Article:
Today, Rep. Bennie G. Thompson (D-MS), Chairman of the Committee on Homeland Security, introduced H.R. 3106, the Domestic Terrorism Documentation and Analysis of Threats in America Act, or the Domestic Terrorism DATA Act, in order to foster transparency surrounding domestic terrorism data and increase research on the issue.
“Domestic terrorism, fueled largely by a surge in white supremacist extremism, presents a growing threat to the security of our homeland. In 2018, the lives of 50 Americans were taken as a result of domestic extremist-related killings — all connected to right-wing extremism, and mostly tied to white supremacism. Yet, few Americans know much about what exactly the Federal government is doing to prevent domestic terrorism,” said Chairman Bennie G. Thompson.“There’s an urgent need for robust, centralized, and transparent Federal data to inform counterterrorism policymaking – and Americans deserve to know exactly how their government is allocating resources to understanding and confronting the scourge of domestic terrorism. At this critical time, Congress needs to lead on the issue of domestic terrorism and direct Federal agencies to prioritize efforts to counter these homeland security threats.”
If passed, the Domestic Terrorism DATA Act would, in part:
- Require FBI, DOJ, and DHS to produce an annual, unclassified joint report that provides the following: data on domestic terrorist incidents; assessments, investigations, indictments, prosecutions, and convictions with a domestic terrorism nexus; and the number of full-time staff working on domestic terrorism employed by DOJ and DHS
- Require the Government Accountability Office (GAO) to audit the annual joint reports
- Establish a DHS university-based research center to study domestic terrorism and publish a database on domestic terrorist incidents in the United States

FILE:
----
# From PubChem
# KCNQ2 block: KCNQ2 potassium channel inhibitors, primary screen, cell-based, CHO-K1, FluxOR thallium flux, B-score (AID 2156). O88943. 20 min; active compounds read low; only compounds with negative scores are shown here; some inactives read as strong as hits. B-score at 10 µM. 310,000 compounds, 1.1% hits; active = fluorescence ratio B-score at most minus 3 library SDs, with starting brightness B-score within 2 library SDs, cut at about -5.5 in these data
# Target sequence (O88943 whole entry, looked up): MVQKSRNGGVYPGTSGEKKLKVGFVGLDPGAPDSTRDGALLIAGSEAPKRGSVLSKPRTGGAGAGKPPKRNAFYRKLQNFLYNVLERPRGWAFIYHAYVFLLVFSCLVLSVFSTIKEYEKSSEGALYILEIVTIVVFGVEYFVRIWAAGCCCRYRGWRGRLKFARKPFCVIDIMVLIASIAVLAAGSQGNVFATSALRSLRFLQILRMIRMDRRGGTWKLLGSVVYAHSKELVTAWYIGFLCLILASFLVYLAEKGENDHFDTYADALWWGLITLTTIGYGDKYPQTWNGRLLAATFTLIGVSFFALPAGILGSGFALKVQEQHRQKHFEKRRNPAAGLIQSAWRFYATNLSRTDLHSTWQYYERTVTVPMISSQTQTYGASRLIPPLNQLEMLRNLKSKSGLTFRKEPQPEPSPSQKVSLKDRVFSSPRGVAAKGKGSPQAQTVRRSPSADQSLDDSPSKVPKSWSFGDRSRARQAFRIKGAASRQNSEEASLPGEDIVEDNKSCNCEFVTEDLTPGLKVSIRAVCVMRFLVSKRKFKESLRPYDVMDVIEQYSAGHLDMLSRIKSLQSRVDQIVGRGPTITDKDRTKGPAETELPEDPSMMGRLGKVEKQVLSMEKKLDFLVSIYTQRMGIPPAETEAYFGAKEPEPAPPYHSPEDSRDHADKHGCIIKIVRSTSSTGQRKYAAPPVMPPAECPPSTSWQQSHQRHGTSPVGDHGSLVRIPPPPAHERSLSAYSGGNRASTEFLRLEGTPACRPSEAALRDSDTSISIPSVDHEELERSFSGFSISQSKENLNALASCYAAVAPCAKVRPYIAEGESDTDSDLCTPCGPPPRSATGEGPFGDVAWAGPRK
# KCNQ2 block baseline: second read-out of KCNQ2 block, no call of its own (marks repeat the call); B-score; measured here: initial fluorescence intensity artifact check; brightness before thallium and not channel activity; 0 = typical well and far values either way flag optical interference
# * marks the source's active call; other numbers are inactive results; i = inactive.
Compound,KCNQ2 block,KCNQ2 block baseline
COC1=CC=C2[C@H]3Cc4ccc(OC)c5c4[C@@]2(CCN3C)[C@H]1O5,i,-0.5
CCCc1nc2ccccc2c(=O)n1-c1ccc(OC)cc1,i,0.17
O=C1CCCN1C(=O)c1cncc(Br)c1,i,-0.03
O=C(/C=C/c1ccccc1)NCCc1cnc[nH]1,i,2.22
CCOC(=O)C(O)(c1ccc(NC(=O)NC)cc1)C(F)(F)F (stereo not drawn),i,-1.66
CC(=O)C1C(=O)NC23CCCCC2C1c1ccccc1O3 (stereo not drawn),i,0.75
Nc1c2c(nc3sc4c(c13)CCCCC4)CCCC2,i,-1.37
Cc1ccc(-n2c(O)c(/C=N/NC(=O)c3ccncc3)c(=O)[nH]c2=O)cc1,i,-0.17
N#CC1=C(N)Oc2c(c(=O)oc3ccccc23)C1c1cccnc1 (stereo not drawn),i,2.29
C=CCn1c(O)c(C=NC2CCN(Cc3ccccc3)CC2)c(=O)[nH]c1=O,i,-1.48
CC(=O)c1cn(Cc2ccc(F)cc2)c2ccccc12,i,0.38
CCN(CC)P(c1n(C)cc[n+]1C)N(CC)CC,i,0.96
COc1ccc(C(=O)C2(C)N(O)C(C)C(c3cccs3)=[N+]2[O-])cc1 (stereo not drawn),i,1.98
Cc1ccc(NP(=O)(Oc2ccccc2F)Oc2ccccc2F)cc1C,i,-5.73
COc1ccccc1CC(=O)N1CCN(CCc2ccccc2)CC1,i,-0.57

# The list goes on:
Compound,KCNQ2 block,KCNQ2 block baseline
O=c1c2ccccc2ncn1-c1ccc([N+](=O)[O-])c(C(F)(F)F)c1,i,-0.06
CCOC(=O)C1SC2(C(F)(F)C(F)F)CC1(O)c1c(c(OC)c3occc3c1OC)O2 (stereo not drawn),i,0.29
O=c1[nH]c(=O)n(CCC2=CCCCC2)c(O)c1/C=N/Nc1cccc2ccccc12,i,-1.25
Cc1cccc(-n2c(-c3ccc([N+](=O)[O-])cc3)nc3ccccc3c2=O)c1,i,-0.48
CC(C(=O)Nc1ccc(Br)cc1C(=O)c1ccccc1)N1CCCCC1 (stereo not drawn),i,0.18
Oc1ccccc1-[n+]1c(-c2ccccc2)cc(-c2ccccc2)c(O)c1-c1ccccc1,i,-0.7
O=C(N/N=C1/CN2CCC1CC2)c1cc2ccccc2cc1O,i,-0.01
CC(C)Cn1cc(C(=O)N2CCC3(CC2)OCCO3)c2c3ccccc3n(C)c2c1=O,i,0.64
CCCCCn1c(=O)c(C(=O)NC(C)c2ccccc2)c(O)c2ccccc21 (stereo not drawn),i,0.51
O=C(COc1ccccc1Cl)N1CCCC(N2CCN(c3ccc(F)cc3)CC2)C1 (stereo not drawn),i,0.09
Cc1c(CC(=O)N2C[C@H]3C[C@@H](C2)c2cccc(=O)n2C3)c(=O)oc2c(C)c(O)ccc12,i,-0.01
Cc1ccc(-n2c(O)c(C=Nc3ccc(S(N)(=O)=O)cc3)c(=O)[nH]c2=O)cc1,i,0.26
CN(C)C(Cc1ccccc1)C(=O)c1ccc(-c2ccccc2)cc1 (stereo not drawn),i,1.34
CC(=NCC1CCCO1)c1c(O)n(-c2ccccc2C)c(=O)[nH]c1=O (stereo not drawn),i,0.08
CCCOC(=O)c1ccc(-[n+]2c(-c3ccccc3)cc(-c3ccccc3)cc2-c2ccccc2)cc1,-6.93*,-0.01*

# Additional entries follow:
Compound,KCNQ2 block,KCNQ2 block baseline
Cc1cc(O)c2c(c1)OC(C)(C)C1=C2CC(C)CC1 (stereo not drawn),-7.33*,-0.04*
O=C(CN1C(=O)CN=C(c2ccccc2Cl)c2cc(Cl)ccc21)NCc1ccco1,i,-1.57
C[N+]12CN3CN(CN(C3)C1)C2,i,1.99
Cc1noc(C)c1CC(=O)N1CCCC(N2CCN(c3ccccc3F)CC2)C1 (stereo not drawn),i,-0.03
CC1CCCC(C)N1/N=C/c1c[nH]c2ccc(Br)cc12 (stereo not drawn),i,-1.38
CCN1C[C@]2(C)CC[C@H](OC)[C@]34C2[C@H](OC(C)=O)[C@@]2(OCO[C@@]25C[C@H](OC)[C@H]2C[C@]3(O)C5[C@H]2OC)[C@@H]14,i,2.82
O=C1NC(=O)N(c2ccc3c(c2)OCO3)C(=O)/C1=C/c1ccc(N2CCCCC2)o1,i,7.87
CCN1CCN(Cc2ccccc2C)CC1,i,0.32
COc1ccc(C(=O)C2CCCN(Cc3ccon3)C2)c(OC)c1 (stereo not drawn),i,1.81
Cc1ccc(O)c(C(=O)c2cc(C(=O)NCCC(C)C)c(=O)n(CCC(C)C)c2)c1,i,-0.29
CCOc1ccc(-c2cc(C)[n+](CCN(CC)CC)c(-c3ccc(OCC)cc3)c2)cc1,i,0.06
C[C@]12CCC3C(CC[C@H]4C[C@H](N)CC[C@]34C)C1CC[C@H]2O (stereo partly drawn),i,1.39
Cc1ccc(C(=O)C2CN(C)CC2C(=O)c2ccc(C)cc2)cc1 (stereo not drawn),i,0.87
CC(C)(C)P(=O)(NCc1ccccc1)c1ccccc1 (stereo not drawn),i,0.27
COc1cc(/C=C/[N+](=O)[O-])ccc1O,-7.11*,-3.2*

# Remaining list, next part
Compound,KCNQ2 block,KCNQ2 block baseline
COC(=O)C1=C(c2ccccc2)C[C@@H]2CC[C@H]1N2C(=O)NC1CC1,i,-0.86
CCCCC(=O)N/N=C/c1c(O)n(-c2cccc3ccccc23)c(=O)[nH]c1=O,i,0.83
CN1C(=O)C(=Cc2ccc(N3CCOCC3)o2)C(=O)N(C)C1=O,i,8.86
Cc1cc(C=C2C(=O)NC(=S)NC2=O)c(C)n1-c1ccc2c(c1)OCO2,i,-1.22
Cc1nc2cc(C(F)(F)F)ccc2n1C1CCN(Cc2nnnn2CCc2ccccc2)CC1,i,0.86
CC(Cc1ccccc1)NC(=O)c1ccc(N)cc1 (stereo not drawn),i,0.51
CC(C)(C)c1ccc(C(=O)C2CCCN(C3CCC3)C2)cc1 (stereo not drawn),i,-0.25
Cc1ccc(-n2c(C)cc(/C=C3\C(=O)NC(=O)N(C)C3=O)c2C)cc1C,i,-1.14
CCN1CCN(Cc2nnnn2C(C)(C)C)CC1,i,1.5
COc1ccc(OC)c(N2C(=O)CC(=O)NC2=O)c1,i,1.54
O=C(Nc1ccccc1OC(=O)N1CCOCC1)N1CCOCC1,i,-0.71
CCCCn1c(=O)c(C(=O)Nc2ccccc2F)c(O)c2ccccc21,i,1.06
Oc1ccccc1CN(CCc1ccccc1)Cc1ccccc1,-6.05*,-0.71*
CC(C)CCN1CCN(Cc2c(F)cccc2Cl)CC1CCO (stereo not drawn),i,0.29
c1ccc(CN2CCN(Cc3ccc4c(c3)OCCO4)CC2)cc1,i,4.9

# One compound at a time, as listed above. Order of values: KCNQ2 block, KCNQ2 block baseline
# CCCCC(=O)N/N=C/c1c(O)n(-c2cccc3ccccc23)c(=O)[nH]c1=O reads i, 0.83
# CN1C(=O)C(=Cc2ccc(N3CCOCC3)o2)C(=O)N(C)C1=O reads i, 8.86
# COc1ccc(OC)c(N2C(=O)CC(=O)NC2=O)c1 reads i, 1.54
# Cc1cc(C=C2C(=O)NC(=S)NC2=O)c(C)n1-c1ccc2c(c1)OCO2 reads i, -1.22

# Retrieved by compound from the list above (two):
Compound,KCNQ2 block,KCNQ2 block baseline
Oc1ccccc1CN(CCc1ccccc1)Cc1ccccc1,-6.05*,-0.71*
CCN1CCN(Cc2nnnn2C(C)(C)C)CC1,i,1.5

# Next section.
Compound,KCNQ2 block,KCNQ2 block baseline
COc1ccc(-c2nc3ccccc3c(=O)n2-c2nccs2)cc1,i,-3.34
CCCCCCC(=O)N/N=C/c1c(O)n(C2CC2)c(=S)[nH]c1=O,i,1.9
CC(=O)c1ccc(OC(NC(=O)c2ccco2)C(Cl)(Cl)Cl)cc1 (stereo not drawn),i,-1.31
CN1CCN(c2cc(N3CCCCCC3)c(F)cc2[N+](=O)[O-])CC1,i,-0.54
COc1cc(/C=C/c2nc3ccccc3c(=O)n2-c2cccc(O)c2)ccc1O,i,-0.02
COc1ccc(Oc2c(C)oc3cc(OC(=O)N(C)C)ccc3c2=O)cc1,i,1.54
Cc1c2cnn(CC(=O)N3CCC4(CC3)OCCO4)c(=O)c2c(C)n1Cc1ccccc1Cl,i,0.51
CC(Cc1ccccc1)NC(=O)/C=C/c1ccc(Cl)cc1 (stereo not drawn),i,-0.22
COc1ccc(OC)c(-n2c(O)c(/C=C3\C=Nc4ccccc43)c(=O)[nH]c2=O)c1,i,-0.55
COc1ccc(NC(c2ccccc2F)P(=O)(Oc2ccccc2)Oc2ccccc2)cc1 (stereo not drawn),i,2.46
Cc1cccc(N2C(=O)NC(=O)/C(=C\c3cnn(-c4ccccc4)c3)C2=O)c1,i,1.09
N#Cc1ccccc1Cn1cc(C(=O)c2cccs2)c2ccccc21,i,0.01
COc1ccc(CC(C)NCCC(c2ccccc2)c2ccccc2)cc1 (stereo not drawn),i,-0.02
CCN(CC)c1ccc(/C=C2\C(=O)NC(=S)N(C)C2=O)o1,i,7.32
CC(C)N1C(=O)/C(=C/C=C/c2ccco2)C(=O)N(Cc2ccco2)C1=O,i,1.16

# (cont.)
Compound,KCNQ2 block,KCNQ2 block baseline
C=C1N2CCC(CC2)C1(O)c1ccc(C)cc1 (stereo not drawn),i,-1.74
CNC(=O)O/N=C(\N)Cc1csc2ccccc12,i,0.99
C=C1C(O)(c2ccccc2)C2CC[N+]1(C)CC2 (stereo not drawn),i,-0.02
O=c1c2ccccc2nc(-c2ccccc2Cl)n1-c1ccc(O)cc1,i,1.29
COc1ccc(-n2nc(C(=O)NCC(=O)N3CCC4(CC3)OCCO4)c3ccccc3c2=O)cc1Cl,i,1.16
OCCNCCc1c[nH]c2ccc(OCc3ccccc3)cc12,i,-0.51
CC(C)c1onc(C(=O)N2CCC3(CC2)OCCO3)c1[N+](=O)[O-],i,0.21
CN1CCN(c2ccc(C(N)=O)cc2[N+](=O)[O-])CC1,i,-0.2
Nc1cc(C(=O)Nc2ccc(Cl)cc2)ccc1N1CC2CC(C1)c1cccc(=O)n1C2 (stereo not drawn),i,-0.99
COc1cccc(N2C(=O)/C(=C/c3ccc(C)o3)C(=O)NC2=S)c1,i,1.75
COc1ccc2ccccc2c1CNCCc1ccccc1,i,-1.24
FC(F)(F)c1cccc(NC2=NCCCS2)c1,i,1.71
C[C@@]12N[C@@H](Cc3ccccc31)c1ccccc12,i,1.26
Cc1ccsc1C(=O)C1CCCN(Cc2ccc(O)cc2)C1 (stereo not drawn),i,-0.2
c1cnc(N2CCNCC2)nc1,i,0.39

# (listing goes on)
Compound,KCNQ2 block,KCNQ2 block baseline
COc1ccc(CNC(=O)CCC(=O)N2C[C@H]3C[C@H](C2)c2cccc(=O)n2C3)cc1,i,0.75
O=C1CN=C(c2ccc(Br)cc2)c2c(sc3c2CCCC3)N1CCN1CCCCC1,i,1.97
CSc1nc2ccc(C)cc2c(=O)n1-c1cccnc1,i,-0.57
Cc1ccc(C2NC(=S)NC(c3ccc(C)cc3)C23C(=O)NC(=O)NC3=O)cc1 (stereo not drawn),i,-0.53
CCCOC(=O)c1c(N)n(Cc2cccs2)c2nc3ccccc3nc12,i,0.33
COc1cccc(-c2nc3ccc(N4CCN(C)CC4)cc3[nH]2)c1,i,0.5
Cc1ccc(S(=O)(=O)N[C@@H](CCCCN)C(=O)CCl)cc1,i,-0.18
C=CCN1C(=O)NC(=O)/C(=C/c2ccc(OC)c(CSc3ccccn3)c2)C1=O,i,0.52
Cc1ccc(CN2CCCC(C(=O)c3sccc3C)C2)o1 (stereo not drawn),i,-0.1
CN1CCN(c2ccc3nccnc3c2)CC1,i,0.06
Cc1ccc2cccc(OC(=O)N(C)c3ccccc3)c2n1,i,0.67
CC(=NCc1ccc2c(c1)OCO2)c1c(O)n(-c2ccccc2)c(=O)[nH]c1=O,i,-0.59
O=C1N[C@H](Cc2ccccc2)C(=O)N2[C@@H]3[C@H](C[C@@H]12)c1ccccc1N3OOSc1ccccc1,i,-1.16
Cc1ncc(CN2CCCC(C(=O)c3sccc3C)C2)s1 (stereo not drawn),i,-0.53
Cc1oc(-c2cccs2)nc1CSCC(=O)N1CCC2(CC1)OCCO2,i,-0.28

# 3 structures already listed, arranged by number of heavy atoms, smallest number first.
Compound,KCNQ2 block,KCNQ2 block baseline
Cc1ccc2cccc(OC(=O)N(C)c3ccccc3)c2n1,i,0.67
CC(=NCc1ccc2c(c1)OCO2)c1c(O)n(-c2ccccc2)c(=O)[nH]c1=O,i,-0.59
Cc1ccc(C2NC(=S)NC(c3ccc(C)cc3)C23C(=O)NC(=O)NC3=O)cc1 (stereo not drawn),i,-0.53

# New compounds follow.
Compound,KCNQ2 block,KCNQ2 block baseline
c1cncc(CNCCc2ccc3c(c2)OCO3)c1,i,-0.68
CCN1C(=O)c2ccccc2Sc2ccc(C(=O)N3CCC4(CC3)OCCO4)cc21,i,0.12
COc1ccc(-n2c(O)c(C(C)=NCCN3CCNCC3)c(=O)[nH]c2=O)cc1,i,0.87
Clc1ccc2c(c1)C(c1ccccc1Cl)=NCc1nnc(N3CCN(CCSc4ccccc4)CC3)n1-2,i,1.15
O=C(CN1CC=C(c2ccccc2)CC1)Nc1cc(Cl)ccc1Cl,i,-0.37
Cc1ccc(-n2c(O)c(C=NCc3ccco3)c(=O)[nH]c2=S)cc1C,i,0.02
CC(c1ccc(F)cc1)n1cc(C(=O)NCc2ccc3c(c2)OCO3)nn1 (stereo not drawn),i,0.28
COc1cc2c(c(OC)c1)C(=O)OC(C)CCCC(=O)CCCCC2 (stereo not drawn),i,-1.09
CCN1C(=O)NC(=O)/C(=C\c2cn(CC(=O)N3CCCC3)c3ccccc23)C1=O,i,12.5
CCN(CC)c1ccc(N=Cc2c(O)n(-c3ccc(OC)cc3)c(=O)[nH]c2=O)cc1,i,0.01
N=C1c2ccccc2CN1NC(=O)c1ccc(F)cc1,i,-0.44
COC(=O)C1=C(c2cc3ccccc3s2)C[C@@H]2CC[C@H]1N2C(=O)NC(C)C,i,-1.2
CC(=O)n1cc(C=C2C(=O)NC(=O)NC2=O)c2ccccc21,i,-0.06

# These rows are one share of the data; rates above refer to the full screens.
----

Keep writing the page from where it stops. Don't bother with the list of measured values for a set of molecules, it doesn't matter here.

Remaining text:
- Require DHS’ Science and Technology Directorate to study transnational links between groups linked to domestic terrorism in the United States, such as white supremacists, and their counterparts abroad
According to an analysis by the Washington Post, between 2010 and 2017, right-wing terrorists committed a third of all acts of terrorism in the U.S. According to the ADL (Anti-Defamation League), at least 50 people were killed by domestic extremists in the United States in 2018. This is a significant increase over the number of domestic extremist-related murders documented in 2017, making 2018 the fourth-deadliest year on record for domestic extremist-related killings since 1970. Recent FBI data reveal that there were more domestic terrorism-related arrests than international terrorism-related arrests in both FY 2017 and FY 2018. Moreover, a 2017 GAO report found that since the 9/11 terrorist attacks, far-right violent extremists committed almost three times as many attacks — 62, compared with 23 by Islamist extremists.
The Domestic Terrorism DATA Act has been endorsed by the ADL, the Arab American Institute, the Lawyers’ Committee for Civil Rights Under Law, the National Association for the Advancement of Colored People (NAACP), and the Southern Poverty Law Center.